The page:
I get sick and tired of government after government whingeing about "pensions not being affordable" when we have worked all out lives and paid our taxes and contributed to the economy over this long period. They should not be blaming us for living long enough to earn a pension, they should be ensuring that our pensions are protected so that we are not thrown into poverty after a lifetime of work. This is a basic human-rights requirement !

    The greedy and selfish fat-cats at the top of the tree, ( and I also include the top civil servants, all captains of industry and senior politicians in this "tree" ), seem to be keen on protecting their blood-money but when it comes to giving the rest of their workers a happy and civilised retirement....THEY CANNOT AFFORD IT ! Mad

    Of course this is a piece of nonsense as - as you rightly point out - the money IS there if the correct prority is put on it.

    With this basic unfairness in British politics it is not surprising that people like us get ANGRY about the situation !

    The present encumbent government are going to find themselves in a summer of discontent when more than two million public-sector workers soon go on strike. If they do not quickly catch on we may see this one subject bringing down this unholy coalition.


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    Angie baby
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    Re: Public sector pensions

    Post by Angie baby on Sat 18 Jun 2011, 12:59 pm

    Being a primary school teacher I too am in the public sector and the recent plans to hammer us is causing all kinds of strife in the education sector.

    My particular union are expecting to ballot us soon for industrial action and I hate the idea as my reason for working is to ensure that the children in my charge get the best education that I can give them. If we are on strike this will be bound to hit the education standards of the kids that depend on us.

    Because we do such a vital job we should not be forced to take to the streets to get decent treatment as far as wages, working conditions and pensions are concerned. That is why I believe that all education in Britain should be financed by the state and should be guaranteed to be kept at a good standard.

    If you pay people with nuts all you get is monkeys doing the work. That is not good enough for me or the parents of my charges, I bet.
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    papa_umau
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    Re: Public sector pensions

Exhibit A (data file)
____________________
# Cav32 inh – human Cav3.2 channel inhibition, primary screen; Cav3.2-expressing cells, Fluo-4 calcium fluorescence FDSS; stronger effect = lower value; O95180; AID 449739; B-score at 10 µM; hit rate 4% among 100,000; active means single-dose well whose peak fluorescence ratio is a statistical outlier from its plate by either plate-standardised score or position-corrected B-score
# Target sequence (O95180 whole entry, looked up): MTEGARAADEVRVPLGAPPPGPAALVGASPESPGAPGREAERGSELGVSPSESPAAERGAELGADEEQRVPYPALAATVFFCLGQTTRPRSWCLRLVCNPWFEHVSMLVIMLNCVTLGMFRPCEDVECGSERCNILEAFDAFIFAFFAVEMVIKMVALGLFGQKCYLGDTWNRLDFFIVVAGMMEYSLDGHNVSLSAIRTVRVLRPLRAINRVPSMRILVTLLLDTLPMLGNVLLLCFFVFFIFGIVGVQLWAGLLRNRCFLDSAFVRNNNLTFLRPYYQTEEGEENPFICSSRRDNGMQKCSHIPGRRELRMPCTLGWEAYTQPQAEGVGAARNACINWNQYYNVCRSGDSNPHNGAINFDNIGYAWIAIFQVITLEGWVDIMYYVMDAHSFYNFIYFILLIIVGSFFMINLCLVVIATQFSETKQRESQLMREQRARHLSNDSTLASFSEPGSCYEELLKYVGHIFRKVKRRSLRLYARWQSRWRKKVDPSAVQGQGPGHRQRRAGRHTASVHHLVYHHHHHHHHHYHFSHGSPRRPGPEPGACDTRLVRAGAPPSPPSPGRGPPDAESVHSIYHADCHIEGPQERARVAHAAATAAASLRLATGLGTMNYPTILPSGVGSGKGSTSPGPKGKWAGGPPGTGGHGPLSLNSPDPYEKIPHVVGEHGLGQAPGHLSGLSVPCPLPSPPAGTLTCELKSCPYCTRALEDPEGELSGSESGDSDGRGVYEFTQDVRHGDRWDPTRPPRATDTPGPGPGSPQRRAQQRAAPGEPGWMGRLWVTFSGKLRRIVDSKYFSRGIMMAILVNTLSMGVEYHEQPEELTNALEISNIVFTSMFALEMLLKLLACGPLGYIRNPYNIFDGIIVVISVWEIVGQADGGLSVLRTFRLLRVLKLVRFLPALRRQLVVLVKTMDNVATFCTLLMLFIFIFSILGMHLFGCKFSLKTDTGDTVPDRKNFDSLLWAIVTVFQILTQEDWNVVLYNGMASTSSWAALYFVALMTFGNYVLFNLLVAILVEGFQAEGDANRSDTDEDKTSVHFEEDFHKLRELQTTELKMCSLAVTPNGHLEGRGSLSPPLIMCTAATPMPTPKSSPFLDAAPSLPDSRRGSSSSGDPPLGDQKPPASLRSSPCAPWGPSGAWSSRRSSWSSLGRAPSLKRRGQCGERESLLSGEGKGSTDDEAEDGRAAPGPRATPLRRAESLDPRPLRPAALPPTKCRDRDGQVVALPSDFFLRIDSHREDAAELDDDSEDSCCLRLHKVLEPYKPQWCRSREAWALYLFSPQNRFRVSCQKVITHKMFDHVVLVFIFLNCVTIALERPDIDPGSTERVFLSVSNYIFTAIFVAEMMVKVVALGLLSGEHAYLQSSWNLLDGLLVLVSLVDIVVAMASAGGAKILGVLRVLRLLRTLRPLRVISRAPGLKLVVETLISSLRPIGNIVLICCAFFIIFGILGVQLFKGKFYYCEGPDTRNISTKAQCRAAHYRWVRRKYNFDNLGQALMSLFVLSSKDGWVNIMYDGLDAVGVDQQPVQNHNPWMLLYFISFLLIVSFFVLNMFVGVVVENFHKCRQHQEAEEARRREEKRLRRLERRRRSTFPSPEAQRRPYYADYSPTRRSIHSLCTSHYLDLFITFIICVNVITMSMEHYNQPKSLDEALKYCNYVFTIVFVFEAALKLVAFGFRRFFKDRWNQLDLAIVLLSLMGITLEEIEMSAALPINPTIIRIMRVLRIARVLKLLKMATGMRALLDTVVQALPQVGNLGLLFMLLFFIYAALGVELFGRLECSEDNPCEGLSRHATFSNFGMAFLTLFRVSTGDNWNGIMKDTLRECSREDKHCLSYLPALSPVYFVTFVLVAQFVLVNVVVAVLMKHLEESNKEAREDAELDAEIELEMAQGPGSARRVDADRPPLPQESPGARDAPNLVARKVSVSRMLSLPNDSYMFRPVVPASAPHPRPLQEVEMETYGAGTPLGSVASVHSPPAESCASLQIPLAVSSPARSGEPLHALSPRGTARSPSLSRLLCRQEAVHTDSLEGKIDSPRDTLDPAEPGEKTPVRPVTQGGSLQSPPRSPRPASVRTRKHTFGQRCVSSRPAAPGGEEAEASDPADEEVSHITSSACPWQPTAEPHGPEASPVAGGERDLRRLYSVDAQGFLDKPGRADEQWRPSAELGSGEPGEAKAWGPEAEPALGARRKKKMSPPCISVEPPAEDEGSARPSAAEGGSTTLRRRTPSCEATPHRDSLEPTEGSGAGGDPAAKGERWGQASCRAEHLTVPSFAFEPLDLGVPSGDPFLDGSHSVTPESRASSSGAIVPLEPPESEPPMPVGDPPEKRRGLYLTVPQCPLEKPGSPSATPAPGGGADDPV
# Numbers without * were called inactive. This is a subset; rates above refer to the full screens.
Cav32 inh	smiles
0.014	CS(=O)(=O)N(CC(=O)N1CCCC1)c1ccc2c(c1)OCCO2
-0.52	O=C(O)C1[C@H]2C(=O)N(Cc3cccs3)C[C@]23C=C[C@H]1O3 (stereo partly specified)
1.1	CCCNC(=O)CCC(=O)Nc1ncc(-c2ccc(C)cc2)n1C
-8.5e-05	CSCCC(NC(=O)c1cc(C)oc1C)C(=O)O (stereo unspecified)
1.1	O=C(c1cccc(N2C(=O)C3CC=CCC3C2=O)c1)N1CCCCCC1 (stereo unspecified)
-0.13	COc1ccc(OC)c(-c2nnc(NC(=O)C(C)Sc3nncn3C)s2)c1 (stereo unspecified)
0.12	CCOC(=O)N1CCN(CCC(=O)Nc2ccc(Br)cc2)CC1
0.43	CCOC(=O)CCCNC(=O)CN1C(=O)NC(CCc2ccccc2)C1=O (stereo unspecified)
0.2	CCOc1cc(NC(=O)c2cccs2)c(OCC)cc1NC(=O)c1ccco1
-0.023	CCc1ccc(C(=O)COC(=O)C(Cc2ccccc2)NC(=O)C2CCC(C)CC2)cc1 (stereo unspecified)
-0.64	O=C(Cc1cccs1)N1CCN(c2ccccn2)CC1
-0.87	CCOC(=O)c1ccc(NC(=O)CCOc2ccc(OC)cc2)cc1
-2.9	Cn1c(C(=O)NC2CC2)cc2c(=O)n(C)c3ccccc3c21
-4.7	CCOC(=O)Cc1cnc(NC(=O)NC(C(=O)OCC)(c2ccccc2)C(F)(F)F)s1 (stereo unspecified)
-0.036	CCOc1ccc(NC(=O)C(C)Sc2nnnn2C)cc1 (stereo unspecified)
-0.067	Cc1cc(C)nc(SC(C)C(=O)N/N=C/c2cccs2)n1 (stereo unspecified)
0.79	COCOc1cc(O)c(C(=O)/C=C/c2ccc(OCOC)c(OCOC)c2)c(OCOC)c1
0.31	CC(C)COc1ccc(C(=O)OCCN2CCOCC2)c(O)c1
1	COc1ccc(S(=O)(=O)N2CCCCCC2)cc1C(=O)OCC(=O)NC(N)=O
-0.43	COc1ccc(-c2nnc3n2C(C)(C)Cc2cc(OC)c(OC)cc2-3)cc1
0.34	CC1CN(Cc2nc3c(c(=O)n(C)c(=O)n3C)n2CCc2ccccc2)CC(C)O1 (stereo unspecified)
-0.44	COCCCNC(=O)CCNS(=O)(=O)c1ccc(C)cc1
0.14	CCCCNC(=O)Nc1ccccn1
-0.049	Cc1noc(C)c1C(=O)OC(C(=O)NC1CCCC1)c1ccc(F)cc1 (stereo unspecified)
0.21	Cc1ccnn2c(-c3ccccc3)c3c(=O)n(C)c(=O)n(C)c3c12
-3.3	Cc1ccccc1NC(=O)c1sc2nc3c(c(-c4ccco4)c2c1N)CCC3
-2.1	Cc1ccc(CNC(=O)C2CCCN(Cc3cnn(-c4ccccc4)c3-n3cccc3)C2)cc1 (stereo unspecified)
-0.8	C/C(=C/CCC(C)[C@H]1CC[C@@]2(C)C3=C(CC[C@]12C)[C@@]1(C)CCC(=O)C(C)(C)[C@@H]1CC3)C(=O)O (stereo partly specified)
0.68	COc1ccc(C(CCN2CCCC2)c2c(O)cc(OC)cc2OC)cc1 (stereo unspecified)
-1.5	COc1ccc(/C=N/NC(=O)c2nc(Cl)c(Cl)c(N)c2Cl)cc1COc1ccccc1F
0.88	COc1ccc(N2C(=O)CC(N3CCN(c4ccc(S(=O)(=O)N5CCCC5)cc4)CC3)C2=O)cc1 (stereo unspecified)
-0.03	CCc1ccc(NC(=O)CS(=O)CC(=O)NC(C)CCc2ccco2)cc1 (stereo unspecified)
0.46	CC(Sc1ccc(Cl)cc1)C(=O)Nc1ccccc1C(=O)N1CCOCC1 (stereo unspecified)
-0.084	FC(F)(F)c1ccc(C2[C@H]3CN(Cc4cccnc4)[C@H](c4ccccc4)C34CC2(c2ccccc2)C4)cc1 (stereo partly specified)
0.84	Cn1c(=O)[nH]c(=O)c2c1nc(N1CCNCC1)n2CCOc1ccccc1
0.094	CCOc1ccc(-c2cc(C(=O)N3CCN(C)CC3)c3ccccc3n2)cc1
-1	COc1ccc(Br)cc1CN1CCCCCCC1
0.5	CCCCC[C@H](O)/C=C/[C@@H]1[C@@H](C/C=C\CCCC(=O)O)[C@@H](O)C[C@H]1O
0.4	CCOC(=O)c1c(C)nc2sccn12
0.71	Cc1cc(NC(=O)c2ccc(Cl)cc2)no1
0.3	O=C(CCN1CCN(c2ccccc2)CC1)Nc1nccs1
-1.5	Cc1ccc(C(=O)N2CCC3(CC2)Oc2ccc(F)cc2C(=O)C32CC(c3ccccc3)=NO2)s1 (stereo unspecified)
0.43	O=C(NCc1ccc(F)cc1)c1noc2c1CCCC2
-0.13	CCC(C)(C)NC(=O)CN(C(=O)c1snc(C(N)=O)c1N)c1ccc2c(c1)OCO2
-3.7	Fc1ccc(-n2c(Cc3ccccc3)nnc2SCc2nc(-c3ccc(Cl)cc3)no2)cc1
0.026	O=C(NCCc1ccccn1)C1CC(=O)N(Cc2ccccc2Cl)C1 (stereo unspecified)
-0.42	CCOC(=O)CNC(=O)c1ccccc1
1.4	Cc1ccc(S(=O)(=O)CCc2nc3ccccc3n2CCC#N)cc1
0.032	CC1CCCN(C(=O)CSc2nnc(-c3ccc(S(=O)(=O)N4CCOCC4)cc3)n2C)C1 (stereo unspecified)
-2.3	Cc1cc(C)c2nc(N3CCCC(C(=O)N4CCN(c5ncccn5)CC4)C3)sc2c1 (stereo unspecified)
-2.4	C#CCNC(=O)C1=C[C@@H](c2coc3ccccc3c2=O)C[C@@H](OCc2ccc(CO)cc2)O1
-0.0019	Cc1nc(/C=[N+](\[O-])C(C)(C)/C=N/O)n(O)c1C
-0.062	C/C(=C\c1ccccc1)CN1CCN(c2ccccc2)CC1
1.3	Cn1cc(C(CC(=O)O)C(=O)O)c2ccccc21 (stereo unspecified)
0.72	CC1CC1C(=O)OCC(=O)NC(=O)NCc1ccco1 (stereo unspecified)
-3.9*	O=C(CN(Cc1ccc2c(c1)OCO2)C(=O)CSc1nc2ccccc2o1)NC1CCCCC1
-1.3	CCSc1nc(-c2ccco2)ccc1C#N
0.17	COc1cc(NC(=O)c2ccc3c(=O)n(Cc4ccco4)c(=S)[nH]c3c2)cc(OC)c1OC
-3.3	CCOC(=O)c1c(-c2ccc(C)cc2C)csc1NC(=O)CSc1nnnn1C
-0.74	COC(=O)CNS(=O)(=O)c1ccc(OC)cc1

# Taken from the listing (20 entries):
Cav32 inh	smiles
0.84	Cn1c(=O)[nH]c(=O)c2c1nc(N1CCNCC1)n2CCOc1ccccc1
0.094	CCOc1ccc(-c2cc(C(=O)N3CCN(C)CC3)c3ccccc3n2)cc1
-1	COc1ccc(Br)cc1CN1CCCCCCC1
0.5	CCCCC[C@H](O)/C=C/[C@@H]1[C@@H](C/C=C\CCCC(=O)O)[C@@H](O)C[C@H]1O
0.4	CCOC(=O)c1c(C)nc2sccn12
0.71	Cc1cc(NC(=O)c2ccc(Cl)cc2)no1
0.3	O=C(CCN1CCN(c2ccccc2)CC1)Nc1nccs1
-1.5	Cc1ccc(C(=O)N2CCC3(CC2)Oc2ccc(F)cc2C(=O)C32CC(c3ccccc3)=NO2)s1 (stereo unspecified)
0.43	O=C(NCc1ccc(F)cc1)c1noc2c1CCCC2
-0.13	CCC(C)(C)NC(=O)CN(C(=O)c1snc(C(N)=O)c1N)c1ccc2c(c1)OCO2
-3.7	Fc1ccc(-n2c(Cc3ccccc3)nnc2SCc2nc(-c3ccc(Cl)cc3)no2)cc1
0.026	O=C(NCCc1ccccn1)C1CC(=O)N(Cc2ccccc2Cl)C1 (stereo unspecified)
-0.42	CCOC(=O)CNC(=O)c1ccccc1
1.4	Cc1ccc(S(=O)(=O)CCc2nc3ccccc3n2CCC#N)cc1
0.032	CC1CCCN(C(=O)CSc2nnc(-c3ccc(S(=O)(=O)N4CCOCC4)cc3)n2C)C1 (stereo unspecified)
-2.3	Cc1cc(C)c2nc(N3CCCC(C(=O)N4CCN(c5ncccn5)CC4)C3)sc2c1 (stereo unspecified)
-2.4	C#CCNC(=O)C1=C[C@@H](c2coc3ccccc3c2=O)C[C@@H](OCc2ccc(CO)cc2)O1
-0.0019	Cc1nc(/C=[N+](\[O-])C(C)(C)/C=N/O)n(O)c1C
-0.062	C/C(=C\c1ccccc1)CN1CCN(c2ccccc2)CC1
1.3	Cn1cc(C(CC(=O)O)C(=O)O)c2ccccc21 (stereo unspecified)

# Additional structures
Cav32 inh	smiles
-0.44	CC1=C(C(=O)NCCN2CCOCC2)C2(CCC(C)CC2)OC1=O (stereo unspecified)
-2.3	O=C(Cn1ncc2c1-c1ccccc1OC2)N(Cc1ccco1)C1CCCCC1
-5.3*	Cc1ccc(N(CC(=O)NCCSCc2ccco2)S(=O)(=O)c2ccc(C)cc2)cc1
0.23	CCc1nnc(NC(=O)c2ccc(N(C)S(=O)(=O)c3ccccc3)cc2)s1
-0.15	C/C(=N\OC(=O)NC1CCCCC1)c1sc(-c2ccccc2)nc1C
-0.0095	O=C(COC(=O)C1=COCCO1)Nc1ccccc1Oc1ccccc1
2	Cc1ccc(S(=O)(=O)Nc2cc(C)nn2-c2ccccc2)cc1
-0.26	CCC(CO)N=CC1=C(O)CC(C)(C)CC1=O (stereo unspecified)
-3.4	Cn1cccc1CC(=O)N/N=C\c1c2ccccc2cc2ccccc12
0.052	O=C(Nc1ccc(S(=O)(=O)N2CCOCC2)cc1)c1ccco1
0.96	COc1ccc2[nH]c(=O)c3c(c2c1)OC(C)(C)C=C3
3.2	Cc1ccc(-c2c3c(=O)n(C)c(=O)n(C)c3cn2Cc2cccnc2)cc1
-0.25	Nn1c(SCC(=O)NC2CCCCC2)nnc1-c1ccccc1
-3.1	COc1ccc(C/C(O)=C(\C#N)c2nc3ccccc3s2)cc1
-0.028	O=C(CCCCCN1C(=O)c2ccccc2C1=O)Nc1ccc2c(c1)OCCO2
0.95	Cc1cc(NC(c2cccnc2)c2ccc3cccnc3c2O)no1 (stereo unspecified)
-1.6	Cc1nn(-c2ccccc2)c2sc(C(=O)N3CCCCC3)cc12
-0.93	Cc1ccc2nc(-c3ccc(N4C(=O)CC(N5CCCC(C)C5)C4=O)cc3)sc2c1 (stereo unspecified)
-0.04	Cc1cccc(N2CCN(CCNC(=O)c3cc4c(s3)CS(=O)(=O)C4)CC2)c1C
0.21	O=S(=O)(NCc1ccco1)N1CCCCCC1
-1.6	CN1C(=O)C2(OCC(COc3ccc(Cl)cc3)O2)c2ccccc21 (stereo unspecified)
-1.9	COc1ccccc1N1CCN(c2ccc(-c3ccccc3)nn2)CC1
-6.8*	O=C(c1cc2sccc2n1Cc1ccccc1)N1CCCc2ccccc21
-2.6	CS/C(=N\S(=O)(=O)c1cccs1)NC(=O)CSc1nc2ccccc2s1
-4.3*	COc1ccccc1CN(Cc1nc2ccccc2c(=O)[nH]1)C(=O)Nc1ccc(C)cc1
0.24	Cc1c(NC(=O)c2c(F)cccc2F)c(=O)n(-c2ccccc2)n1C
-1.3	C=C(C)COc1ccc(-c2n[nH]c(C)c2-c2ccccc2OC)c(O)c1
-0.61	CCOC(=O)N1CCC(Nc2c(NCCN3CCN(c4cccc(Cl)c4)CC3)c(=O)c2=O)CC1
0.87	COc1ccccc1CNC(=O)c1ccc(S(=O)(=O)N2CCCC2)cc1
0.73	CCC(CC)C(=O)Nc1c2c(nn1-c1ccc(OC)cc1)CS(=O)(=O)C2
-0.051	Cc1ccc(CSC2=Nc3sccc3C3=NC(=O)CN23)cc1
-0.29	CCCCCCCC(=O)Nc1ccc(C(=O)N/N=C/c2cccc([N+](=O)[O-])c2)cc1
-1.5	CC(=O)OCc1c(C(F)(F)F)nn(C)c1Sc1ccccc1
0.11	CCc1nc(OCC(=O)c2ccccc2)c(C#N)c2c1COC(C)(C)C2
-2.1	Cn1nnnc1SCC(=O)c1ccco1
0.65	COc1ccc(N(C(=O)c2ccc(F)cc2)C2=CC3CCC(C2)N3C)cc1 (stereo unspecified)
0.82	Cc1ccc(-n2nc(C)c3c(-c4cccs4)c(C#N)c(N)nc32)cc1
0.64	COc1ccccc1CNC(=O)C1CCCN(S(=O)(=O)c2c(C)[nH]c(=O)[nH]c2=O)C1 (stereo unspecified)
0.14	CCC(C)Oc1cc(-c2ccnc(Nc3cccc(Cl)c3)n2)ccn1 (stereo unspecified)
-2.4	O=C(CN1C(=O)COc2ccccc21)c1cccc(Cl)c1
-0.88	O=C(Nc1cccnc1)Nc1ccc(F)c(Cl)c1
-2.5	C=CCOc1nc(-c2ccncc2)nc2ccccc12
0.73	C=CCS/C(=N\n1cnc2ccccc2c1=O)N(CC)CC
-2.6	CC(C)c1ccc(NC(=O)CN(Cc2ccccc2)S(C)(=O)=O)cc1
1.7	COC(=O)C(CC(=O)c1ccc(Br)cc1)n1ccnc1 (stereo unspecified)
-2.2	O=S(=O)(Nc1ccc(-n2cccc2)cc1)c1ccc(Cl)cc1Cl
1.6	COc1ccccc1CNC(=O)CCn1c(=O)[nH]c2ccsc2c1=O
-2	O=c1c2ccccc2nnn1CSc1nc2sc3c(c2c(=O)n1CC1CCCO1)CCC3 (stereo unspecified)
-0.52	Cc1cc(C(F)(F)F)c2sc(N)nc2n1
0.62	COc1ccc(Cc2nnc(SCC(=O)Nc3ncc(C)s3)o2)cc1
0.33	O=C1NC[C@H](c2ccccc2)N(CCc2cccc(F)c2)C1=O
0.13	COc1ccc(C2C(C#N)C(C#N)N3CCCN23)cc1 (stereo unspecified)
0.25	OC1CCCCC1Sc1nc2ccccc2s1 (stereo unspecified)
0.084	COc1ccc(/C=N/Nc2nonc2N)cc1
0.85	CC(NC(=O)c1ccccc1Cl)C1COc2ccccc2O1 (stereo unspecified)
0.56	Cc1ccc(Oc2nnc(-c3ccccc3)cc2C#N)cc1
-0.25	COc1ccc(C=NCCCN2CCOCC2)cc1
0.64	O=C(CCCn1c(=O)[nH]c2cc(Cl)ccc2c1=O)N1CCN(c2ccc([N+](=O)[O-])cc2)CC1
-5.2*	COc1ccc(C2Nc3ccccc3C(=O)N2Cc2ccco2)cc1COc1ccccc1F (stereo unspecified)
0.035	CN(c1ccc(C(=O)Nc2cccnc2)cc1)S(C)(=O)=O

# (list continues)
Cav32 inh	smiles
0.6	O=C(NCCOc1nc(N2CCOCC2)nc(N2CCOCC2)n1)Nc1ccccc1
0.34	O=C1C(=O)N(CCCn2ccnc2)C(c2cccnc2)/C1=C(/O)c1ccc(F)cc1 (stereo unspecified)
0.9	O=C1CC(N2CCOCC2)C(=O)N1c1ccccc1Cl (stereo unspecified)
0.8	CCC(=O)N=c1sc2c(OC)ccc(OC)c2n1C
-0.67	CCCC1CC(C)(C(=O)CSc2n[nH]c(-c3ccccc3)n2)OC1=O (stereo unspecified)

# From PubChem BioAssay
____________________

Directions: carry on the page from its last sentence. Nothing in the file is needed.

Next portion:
Post by papa_umau on Sun 19 Jun 2011, 2:01 pm

    Great comment Angie and so true !

    I think that the Tory attack on the public services is going to be the reason for their demise if all of the industrial actions that are planned come off.

    Many of us remember the famous "Winter of discontent" when the Labour government of James Callaghan attempted to hammer the public services during the winter of 1978-79 in order to bring down inflation.

    If a Labour government can not have success with these kinds of methods what chance do we think that a weak Tory/Liberal democrat coalition will have ?

    Might I suggest....A "snowball's chance in hell" ?


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    Hell's Granny
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    Re: Public sector pensions

    Post by Hell's Granny on Sun 19 Jun 2011, 4:10 pm

    I once was a nurse, until the nursing Powers that Be decided that nurse training should be delivered by Universities, and no longer the 'hands on' training that had been good enough for generations.

    When they did that, they also abolished, at a stroke, a complete tier of qualified nurses, the Enrolled Nurses, the practical bedside nurse, thus putting many of us (trained expensively at Government expense) on the scrapheap. Despite promising that the Enrolled Nurses would be protected, 'There will Always be a place for the Enrolled Nurse', within 3 months, there were no longer any vacancies advertised for them.

    Some of us managed to reclaim our pensions from the pot, others didn't,(I wonder where that money went to?)

    Nowadays, people are dying in hospitals through lack of practical care, short staffing, etc., and the rot goes on, not just in pension provision, but in the services themselves, Caring AND Educational services.